I would view some YouTube videos of movement swaps. Several from different channels. If you watch the videos and still think you are up to it, get an inexpensive practice watch (or two), pick the best video and view it again, this time working on your practice watch while you view it.This watch has an NH35 that is messing up out of warranty. I had it regulated, but this didn't fix my issue. I figure that by the time I get down to the cause of the issue with this movement, I will have spent much more than the cost of an entirely new NH35. I consider myself pretty handy, but I have never worked on a watch before. If it would be better to have a pro do it, about how much should I expect to pay? Thanks!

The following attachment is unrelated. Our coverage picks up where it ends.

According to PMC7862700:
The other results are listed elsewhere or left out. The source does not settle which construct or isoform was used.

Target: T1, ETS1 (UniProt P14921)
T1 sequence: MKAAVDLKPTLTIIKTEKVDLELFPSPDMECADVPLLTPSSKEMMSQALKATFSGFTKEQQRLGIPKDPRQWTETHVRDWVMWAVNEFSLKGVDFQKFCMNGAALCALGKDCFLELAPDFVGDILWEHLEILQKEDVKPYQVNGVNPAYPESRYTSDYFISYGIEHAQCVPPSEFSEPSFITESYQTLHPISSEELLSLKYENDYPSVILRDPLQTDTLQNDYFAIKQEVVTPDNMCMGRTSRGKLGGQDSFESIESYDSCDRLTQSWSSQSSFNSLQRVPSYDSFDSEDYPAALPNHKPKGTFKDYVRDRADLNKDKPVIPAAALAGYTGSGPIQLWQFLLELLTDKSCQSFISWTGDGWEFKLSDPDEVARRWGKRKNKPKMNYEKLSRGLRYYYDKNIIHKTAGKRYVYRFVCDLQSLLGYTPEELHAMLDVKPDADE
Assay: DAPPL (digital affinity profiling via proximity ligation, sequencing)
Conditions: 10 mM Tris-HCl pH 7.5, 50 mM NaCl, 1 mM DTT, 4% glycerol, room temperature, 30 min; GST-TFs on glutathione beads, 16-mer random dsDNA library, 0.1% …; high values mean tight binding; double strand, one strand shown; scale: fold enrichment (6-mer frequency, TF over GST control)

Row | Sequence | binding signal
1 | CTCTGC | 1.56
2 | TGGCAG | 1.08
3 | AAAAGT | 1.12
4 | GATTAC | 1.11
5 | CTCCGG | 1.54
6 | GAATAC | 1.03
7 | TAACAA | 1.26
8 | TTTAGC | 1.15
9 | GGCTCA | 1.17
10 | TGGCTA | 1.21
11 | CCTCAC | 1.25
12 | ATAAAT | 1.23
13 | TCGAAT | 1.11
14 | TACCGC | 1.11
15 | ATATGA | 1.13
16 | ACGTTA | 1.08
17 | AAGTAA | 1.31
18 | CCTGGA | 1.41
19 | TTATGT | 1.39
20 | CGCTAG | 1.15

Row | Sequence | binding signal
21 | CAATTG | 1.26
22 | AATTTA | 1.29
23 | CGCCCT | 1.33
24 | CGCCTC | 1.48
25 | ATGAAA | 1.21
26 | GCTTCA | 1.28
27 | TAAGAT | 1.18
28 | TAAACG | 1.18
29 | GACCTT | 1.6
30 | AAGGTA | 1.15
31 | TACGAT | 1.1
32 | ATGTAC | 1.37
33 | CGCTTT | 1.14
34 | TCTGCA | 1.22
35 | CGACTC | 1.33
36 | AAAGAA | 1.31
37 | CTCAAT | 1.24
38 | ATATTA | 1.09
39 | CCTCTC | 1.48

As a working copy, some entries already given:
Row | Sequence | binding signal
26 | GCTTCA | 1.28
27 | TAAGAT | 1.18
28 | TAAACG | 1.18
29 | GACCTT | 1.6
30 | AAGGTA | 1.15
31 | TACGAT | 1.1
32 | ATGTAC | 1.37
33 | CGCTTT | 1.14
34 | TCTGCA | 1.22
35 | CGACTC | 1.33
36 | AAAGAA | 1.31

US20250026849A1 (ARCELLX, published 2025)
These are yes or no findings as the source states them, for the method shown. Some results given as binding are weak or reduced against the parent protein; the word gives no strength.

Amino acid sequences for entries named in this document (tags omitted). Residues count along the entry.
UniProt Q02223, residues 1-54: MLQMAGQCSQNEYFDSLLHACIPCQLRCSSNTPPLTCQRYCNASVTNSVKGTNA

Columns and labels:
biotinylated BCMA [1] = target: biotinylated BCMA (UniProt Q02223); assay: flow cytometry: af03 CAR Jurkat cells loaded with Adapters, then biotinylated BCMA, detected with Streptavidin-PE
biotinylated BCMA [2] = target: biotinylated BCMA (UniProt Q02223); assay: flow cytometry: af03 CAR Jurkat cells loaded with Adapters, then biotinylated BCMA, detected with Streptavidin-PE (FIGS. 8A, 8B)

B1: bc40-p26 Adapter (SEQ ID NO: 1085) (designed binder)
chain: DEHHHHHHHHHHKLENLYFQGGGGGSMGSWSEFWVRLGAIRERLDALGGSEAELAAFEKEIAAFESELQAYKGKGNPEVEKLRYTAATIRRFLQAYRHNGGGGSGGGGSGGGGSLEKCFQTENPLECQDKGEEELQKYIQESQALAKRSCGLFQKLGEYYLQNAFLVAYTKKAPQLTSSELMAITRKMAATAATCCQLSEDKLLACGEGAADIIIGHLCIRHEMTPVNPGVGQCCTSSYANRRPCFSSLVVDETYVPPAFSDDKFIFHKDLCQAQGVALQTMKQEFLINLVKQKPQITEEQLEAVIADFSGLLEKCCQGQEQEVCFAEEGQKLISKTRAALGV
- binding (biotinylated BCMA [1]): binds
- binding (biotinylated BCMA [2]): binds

Do that a few times with your practice watch before you try it on a watch you do not want to ruin.
I had a movement swap professionally done many years ago and it was $80-$90 dollars. It was 7-9 years ago in Houston, TX.
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